Two days ago we talked about that period towards the end of the first day, a relaxed time when the poison of choice moves from caffeine to alcohol and moods shift from tense to one of ease. So what to call this period, in which players fresh into the money, whittle themselves down from 100 to just 24. With this in mind we put together some suggestions. You may have your own.
Simple, accurate, but surely we could do a bit better.
Taking the above a little further, this is loosely translated from the Latin as "After the bubble, therefore because of the bubble," a period spent jostling for a better payday, freed though from the dread of busting empty-handed.
The "move along" hour
This refers to the need to keep spectators back, or moving along. With fewer players the spectators have less to see, giving the impression of there being more of them. Most keep a respectful distance, but some, including this week a man in a white tracksuit whose friend is about to win more money than he's ever had in his life, are regular infringers. Move along please sir.
The "who's that guy?" hour
As we reported in the round up of the day last night, quite a few of the leaders were unknown to the jobbing poker community. They were instead fresh faces eager to impress.
With fewer than 100 players there are still plenty of these players, leading to moments when you step back and think "that man has a lot of chips, and yet I've never seen him before in my life."
Actually, this has been known to seep into the eight to 27 player phase. Sometimes further.
"The Alex Kravchenko phase"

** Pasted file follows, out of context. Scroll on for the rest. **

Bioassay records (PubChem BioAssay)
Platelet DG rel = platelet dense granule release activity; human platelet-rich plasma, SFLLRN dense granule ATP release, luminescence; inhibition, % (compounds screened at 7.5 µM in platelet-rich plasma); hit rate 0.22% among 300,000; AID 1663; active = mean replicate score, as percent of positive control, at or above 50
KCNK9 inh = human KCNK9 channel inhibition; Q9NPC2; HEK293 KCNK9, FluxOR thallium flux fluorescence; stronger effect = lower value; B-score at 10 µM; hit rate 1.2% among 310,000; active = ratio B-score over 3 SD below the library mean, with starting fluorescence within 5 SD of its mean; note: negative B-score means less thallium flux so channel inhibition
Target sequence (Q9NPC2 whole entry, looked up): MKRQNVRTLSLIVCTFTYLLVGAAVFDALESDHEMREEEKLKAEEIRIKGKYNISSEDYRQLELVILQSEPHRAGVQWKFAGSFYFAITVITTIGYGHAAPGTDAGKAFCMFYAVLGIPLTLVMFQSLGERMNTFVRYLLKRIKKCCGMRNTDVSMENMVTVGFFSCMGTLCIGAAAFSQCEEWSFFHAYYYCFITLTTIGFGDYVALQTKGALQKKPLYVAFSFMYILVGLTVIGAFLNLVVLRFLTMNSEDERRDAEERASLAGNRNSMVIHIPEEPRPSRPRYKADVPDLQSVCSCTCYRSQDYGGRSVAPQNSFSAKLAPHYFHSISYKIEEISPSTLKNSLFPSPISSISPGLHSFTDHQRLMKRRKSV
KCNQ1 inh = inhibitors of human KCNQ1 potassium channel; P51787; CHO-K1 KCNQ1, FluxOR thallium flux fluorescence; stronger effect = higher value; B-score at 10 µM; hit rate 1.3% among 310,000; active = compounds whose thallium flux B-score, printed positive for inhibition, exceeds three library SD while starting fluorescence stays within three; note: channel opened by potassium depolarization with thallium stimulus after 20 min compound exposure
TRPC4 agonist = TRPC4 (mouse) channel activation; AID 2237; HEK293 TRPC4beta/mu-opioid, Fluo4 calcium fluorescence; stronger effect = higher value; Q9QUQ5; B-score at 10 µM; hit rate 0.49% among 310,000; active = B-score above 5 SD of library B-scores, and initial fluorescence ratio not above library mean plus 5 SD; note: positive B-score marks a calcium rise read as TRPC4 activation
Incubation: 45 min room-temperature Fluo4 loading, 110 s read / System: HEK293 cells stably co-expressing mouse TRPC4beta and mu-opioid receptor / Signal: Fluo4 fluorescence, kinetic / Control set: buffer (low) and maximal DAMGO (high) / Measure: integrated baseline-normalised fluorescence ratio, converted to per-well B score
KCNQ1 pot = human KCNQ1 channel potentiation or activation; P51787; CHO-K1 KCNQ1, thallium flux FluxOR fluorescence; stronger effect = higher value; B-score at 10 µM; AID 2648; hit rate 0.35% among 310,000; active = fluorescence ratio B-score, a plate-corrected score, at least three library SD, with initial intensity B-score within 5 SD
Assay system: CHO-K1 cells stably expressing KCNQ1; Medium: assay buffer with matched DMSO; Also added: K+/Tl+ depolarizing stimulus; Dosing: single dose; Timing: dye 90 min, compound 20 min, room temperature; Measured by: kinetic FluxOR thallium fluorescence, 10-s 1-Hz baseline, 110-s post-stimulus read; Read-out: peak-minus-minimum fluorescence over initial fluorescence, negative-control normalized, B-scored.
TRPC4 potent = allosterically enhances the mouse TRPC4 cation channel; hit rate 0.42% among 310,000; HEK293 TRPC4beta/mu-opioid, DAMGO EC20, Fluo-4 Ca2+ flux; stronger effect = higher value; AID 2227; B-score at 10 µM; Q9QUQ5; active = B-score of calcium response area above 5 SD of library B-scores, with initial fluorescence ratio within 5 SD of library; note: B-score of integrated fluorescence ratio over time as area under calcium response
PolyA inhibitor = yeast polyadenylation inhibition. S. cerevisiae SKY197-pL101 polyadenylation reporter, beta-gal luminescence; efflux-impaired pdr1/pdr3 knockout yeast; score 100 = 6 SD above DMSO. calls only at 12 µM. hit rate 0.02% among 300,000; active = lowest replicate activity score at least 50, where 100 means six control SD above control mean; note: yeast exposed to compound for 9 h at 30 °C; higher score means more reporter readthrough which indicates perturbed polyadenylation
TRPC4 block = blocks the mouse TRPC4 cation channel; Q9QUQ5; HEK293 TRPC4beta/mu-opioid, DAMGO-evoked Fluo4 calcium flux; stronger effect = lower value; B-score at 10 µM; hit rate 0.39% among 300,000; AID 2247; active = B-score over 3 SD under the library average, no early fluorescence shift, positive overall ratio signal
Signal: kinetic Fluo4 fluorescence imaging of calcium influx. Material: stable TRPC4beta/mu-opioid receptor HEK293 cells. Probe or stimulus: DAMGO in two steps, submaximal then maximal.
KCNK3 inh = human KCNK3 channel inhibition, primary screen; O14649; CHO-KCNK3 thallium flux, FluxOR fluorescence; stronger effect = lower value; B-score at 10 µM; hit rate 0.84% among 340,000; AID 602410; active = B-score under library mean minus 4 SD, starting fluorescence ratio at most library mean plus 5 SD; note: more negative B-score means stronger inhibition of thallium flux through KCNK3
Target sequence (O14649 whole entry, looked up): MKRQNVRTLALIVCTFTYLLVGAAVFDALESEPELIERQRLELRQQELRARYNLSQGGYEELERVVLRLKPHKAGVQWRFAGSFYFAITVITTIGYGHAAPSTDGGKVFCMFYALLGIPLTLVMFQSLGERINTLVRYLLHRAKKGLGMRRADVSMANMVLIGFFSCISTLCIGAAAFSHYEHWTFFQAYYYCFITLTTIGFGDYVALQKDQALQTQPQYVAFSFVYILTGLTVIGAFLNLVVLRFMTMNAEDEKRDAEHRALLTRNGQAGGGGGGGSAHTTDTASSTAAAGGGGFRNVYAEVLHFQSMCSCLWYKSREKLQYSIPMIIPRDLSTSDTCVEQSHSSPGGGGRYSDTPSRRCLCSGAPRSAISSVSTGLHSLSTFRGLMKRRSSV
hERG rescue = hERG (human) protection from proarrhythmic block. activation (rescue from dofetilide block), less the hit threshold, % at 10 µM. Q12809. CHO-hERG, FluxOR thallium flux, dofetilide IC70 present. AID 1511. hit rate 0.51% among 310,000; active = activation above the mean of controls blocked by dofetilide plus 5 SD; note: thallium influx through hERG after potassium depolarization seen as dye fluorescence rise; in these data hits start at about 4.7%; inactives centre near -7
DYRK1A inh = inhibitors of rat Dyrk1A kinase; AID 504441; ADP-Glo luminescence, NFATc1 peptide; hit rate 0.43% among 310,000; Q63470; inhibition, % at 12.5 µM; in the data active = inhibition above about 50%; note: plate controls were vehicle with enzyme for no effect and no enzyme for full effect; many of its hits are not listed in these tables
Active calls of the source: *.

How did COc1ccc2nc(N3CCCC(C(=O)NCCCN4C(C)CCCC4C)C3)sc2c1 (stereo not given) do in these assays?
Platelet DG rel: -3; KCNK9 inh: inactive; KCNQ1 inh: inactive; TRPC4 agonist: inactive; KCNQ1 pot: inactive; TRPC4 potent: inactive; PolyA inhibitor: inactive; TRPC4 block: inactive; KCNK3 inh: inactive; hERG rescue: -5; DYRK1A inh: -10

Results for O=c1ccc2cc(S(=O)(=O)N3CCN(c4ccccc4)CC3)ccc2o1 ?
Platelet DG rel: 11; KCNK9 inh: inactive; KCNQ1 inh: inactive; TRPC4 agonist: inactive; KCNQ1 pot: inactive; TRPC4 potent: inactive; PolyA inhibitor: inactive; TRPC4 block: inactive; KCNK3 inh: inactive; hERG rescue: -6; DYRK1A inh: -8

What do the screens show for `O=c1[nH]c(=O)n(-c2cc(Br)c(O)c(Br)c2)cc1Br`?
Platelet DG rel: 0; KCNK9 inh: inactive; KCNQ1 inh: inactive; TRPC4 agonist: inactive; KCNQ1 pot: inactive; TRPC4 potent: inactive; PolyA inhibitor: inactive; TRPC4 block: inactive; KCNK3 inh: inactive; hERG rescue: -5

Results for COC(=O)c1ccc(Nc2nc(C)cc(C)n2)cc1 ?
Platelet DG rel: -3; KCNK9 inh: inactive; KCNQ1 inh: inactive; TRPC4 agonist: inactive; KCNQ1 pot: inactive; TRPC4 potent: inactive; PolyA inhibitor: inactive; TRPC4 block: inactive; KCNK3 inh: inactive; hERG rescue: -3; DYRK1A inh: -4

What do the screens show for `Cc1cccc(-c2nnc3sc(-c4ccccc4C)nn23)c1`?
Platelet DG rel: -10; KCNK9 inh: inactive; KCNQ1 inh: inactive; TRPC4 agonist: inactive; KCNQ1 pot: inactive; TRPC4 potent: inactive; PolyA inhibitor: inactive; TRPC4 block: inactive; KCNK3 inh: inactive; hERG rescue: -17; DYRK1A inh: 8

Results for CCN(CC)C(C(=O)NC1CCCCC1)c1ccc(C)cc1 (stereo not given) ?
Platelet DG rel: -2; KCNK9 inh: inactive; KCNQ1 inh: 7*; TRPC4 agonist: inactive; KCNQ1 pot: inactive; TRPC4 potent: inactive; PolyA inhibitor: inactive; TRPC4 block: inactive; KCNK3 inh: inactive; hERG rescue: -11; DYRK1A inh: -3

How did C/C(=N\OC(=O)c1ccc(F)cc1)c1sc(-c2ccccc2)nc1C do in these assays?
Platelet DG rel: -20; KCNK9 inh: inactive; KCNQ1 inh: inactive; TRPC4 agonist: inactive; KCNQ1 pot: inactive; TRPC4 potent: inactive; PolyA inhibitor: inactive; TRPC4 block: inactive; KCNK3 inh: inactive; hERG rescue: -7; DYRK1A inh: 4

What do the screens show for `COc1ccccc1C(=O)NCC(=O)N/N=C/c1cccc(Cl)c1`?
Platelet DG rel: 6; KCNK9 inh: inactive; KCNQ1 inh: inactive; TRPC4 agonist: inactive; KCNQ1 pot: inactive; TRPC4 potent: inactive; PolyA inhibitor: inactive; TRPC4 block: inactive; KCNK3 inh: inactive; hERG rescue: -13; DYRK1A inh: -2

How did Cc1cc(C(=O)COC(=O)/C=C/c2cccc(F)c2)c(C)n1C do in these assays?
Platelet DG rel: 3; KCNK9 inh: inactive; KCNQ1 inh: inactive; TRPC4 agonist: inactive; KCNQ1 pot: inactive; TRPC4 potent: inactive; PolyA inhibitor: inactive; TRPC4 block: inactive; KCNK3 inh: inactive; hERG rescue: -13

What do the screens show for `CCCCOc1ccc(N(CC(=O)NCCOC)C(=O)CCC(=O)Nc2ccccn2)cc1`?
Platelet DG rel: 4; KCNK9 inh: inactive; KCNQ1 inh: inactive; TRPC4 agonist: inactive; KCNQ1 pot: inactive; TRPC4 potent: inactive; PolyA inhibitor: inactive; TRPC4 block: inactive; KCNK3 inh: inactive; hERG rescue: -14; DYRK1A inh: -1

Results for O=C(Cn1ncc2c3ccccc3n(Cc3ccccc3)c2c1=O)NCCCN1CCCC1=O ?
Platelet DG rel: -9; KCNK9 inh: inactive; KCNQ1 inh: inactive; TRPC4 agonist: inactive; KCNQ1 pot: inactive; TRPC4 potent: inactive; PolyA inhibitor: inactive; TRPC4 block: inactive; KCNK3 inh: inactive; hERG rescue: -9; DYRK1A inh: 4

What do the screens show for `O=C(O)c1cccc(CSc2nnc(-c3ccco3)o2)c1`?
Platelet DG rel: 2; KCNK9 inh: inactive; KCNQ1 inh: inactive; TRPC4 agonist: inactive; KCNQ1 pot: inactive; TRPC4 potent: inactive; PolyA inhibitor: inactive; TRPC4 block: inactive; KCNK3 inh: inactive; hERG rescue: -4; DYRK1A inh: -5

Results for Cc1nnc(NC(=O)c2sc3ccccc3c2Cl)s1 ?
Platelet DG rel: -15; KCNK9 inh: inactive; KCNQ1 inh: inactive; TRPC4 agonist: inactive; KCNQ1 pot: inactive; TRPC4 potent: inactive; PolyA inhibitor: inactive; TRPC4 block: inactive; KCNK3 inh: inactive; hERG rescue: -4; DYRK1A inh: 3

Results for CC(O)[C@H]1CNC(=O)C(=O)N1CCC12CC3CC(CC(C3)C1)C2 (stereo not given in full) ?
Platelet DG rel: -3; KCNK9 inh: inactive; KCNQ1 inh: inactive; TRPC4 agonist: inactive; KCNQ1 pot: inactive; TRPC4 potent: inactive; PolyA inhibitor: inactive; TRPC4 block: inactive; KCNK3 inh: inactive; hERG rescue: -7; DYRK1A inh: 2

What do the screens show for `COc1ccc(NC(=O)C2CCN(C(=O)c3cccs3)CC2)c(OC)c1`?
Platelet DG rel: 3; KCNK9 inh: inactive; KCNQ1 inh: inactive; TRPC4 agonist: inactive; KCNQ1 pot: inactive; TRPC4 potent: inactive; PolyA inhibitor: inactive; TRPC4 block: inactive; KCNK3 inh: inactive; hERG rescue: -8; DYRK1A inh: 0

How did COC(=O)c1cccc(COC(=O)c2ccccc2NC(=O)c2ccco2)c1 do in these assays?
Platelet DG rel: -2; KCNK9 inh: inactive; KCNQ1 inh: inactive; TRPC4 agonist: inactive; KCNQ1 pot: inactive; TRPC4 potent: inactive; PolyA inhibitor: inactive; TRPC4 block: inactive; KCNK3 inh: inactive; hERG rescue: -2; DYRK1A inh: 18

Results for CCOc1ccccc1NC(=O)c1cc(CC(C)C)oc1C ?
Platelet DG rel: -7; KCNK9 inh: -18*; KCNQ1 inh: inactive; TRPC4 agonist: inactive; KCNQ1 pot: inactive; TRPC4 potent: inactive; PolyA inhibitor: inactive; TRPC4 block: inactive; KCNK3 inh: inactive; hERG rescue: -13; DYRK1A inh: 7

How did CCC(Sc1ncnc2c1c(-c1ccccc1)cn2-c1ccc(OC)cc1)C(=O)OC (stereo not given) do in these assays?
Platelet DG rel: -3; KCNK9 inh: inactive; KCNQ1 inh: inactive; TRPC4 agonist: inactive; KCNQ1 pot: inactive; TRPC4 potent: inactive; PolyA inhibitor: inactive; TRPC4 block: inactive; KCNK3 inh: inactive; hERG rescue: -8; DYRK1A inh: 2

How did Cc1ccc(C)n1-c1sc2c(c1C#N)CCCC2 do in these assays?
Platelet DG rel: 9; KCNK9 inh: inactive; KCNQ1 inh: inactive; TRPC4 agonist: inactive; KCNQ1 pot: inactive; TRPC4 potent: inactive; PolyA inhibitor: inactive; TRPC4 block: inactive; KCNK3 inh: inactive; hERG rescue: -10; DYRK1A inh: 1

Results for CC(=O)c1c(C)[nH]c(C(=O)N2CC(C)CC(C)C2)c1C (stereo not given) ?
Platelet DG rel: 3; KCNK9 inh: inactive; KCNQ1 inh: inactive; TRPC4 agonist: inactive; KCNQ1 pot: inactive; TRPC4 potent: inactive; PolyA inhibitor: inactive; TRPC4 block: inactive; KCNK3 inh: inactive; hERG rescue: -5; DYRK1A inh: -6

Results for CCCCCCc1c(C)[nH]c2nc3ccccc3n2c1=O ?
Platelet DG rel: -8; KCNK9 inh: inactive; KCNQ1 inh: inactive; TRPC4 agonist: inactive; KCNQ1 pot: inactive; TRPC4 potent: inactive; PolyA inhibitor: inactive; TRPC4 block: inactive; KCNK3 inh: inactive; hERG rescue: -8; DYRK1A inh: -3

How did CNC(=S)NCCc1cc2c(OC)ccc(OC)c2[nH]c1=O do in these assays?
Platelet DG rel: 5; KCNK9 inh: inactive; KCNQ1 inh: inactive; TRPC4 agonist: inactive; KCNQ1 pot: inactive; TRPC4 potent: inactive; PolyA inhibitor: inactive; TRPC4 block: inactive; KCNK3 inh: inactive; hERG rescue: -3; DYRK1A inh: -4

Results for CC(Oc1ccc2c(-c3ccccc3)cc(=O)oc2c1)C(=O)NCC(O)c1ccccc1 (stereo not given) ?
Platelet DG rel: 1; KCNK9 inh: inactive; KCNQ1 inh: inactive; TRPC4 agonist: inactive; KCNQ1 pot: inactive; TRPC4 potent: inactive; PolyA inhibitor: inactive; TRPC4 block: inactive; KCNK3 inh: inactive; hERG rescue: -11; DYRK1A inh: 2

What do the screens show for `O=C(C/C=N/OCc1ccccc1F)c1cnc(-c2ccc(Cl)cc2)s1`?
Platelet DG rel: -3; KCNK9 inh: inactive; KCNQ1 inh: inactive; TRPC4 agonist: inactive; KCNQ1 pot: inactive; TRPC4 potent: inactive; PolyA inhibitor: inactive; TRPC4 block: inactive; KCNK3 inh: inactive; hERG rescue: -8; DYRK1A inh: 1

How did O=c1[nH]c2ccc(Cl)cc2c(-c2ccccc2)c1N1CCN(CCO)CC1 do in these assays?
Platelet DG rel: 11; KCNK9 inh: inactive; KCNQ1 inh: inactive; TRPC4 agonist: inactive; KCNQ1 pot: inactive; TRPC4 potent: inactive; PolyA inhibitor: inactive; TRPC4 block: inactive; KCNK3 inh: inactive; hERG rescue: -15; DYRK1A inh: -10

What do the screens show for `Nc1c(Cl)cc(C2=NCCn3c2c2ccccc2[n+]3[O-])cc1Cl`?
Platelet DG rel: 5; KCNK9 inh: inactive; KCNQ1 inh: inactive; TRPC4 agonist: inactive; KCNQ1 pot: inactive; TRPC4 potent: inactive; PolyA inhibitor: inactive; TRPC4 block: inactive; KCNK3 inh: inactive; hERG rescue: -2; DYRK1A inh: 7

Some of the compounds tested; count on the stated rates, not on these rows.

Aside from the fact that poker's most poker faced poker player ought to have some recognition, when the Team PokerStars Pro cashes (and this will be his fourteenth money finish on the EPT) he generally busts during this period. A total of nine times so far. He owns this statistic.
Are we now in the Alex Kravchenko phase of the tournament?
The "Hotel reservation extension" hour
For players on a budget it's about now when you have to consider your chances of running deep in the main event and consequently whether that warrants another night in your expensive hotel. This extends to flights also, although it's standard practice to book a flight that takes you home somewhere around the dinner break on day one so you can avoid tempting fate all the way to the final table. This has the added cost of being asked never to fly with EasyJet ever again.
The grey period
This might be more pragmatic as this is a period of waiting more than anything. There may be a few big names and former winners who get keyboards rattling but essentially we're running down the tournament clock towards the next landmark, in this case 24 players.
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Stephen Bartley is a PokerStars Blog reporter.